Riding on hot days, particularly with forecasts over 40 degrees, requires planning, thought and serious consideration. Image: Nat Bromhead.
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Summer Cycling: Riding, Training And Racing In The Heat

It’s warming up and set to be a very hot 2020/21 summer. In this article a WorldTour team doctor offers his advice on training and racing in the heat.

Trek-Segafredo team physician Dr Ortwin Schafer discusses coping with extreme heat when on the bike. Image: Nat Bromhead.
Trek-Segafredo team physician Dr Ortwin Schafer discusses coping with extreme heat when on the bike. Image: Nat Bromhead.

Dr. Ortwin Schäfer is Team Doctor for WorldTour team Trek-Segafredo. Here he gives us some fascinating insights into riders coping with the heat, be it during training or racing.

“Races such as the Santos Tour Down Under are often held in extreme heat,” Dr Schafer told Bicycling Australia.

“To optimise performance during races undertaken in hot ambient conditions we follow some recommendations and strategies. For heat acclimatisation we had some consecutive days of training in the heat. Exercise-heat acclimatisation is essential for our riders preparing competitions.

“It is an early adaptation after few days and starting the main physiological adaptations. Effects of dehydration include bodyweight lost from sweating by up to 3% to 4%, reduced maximal aerobic power and endurance, compromised ability to regulate body temperature and the increased chance of overheating.”

Dr Schafer said he strictly follows the main recommendations for hydration – that is, to start exercise fully hydrated (euhydrated).

1.5 L of fluid should be consumed for each kilogram of body weight lost …

“Maintaining fluid balance, or hydration, is an important factor supporting exercise performance in a hot environment,” he said.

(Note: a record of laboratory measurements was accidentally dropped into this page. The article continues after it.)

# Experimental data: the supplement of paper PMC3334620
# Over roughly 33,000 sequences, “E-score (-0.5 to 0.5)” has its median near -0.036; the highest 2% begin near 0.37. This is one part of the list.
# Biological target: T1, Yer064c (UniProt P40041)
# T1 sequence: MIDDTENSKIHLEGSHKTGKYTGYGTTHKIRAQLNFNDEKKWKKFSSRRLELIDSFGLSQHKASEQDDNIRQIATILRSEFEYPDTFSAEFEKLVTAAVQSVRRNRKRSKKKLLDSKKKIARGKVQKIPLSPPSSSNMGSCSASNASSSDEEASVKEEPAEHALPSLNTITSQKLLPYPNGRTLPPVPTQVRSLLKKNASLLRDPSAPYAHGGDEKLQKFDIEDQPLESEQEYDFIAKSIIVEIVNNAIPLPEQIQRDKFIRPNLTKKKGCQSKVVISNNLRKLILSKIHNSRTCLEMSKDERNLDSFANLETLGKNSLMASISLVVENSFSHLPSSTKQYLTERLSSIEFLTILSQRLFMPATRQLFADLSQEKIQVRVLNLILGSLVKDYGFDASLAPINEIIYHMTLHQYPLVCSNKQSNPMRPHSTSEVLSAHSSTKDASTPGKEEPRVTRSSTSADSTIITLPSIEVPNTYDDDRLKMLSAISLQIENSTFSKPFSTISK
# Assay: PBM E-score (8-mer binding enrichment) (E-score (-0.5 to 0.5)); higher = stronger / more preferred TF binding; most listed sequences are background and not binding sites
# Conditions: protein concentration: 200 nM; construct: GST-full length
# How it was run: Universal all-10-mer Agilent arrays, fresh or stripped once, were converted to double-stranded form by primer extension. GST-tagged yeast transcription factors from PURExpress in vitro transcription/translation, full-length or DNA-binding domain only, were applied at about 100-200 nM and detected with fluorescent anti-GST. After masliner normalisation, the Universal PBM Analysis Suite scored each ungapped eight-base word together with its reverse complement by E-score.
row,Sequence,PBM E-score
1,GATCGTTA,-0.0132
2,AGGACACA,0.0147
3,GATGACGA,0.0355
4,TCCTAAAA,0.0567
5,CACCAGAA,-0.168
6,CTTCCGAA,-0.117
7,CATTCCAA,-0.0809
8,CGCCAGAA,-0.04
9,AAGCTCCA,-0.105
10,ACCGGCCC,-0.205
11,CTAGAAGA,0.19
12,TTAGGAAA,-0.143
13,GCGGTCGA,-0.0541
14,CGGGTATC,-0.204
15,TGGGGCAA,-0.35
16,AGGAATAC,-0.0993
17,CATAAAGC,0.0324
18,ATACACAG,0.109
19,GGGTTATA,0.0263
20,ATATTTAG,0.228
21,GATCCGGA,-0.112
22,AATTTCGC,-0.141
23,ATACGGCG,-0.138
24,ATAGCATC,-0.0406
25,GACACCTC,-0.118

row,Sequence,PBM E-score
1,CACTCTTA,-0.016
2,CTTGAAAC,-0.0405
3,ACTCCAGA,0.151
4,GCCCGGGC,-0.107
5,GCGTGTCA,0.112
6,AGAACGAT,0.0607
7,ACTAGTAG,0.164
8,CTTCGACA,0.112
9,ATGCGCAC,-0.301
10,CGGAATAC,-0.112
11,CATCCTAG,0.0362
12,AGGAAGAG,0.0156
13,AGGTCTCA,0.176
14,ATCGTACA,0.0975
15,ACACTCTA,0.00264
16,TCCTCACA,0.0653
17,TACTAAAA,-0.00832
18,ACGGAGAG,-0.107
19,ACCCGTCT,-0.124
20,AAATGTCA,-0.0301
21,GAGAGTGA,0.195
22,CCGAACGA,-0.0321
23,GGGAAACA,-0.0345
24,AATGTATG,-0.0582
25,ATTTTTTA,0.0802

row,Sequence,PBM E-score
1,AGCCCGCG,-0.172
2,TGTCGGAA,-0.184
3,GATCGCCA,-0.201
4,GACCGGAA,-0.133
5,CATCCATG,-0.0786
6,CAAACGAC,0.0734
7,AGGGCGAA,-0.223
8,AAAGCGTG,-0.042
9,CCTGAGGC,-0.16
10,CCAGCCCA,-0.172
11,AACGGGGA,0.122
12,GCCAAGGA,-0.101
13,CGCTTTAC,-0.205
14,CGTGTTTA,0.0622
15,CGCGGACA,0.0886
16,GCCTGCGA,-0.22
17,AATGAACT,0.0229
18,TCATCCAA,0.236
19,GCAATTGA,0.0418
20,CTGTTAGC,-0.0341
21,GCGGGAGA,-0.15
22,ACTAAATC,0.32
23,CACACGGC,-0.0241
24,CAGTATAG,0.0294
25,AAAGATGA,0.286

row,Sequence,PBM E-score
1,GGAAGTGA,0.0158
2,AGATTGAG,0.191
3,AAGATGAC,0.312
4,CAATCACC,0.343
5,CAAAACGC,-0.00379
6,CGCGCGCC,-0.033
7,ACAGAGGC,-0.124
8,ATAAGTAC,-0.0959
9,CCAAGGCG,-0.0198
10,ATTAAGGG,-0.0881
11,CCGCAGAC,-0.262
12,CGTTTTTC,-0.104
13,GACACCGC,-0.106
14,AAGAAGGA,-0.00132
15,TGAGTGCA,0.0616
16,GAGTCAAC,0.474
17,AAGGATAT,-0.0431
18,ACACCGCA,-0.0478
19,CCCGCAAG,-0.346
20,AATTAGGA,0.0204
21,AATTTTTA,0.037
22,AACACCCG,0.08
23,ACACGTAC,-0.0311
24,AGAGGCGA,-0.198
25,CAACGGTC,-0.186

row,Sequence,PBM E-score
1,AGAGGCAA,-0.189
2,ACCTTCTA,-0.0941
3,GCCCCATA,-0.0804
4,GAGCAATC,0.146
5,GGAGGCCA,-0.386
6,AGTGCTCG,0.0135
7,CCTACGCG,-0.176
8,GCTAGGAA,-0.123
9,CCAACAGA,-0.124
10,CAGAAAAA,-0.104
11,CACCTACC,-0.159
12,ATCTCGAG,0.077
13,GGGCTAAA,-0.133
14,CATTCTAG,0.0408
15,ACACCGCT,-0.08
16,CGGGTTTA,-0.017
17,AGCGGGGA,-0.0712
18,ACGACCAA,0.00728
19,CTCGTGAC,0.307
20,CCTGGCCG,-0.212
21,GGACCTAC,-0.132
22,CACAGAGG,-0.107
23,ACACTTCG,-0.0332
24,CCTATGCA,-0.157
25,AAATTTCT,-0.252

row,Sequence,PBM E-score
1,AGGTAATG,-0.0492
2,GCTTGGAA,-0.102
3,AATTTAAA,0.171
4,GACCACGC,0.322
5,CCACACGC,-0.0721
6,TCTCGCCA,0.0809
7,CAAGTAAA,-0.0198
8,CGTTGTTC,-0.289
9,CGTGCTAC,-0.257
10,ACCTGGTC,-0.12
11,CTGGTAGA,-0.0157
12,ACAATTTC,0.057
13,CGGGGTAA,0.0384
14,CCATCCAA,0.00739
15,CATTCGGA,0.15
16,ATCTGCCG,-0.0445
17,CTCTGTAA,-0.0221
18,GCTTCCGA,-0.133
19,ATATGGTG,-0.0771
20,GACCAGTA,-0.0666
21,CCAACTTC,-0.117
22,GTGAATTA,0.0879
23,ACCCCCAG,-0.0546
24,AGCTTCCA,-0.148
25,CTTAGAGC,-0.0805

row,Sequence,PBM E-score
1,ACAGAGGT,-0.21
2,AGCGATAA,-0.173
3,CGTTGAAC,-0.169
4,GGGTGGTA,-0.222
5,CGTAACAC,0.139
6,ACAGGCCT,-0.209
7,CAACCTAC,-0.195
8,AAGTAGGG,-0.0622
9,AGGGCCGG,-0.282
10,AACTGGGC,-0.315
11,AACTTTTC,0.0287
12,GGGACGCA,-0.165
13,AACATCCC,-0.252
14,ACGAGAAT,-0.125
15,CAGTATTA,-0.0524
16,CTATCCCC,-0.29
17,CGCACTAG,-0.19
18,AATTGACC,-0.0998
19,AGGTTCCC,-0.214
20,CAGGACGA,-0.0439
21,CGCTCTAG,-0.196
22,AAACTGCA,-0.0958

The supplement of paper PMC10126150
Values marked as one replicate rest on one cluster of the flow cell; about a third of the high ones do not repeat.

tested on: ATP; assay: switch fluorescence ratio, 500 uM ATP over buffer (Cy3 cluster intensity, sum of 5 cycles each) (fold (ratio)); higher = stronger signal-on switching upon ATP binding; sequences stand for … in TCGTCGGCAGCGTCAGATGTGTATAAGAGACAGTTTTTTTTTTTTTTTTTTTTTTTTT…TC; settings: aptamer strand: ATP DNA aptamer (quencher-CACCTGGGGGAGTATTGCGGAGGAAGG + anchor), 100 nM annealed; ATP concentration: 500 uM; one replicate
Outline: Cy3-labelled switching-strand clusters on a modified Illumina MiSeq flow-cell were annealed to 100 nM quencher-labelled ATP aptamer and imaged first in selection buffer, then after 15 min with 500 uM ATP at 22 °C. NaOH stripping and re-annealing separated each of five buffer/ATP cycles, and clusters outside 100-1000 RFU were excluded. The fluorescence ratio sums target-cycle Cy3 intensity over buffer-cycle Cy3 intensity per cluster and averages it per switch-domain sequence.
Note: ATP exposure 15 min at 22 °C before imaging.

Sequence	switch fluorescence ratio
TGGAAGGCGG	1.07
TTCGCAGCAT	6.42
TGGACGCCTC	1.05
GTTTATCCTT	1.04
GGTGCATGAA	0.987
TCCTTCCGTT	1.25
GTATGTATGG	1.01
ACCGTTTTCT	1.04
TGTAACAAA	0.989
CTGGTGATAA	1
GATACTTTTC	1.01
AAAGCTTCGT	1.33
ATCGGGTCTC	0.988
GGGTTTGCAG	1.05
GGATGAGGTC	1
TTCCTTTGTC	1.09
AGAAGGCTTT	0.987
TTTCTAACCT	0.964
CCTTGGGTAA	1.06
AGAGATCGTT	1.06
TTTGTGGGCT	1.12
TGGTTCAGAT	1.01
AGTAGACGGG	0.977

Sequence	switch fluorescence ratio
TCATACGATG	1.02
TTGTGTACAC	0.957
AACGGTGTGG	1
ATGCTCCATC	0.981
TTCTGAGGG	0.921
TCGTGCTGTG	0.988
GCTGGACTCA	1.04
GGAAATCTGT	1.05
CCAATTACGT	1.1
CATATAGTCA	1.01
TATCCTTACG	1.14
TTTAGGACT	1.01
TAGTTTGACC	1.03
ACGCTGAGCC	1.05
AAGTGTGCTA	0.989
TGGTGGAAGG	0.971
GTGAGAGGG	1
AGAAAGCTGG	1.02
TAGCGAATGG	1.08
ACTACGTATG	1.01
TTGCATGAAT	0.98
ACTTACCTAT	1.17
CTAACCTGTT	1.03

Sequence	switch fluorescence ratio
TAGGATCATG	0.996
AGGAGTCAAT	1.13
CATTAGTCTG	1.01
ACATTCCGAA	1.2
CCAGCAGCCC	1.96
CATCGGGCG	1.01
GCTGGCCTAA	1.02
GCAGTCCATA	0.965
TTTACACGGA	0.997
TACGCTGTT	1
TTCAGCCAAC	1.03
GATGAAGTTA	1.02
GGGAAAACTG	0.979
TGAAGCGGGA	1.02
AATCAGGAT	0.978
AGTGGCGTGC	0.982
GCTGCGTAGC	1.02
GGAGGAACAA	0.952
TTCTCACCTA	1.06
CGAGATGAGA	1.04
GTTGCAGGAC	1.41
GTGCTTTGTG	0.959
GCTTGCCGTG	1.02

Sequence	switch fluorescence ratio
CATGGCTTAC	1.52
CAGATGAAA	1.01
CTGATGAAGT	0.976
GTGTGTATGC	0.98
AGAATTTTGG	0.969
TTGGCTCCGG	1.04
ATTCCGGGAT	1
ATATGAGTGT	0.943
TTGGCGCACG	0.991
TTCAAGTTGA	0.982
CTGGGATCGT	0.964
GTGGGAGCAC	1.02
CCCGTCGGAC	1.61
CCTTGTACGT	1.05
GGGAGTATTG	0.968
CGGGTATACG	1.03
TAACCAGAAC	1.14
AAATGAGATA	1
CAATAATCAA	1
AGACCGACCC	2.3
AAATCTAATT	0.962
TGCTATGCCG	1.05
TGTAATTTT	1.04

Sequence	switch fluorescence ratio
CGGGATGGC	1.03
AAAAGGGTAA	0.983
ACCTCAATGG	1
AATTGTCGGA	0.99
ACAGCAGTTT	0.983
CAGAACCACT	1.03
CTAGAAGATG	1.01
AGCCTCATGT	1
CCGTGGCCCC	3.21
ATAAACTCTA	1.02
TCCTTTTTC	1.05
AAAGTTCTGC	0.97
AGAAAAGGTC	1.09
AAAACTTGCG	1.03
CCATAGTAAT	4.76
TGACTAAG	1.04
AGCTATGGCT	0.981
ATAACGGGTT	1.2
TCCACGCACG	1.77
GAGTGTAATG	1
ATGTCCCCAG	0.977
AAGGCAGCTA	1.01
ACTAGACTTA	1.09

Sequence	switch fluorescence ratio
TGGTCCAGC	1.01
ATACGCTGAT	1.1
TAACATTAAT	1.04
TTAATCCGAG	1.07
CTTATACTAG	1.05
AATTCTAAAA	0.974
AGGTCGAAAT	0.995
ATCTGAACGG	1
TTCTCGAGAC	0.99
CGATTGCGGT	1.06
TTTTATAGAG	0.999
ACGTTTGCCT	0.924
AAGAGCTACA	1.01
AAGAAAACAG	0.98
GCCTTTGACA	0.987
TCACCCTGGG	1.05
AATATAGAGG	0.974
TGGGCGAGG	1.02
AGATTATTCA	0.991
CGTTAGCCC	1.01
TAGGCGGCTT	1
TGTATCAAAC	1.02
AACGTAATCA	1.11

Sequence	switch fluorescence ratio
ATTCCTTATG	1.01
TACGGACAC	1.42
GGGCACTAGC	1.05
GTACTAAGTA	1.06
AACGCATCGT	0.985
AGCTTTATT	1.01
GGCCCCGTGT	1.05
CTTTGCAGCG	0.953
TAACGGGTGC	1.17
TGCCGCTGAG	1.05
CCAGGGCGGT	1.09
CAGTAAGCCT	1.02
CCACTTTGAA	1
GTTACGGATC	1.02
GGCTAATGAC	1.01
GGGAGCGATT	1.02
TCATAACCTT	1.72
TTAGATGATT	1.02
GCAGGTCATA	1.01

“We use simple monitoring techniques such as daily morning body mass and pre and post-exercise bodyweight,monitoring body mass losses.”

Know Your Weight

Dr Schafer said after exercise the body needs rapid and complete recovery from excessive dehydration, so 1.5 L of fluid should be consumed for each kilogram of body weight lost.

“Best rehydration after exercise can be achieved only if the sodium lost in sweat is replaced along with the water,” he said.

“Diluted carbohydrate-electrolyte drinks are best for fluid replacement, which also supply some substrate for the exercising muscles. Cold fluids can potentially enhance endurance performance when ingested before exercise. Cooling might help recovery from intense exercise.”

Dr Schafer said depending on weather conditions and forecasts he also instructs riders to use external post workout methods such as cold-water immersion.

For more information on Dr. Ortwin Schäfer’s research into nutrition & hydration you can read his blog on the Trek-Segafredo website.

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Trek-Segafredo team physician Dr Ortwin Schafer discusses coping with extreme heat when on the bike. Image: Nat Bromhead.

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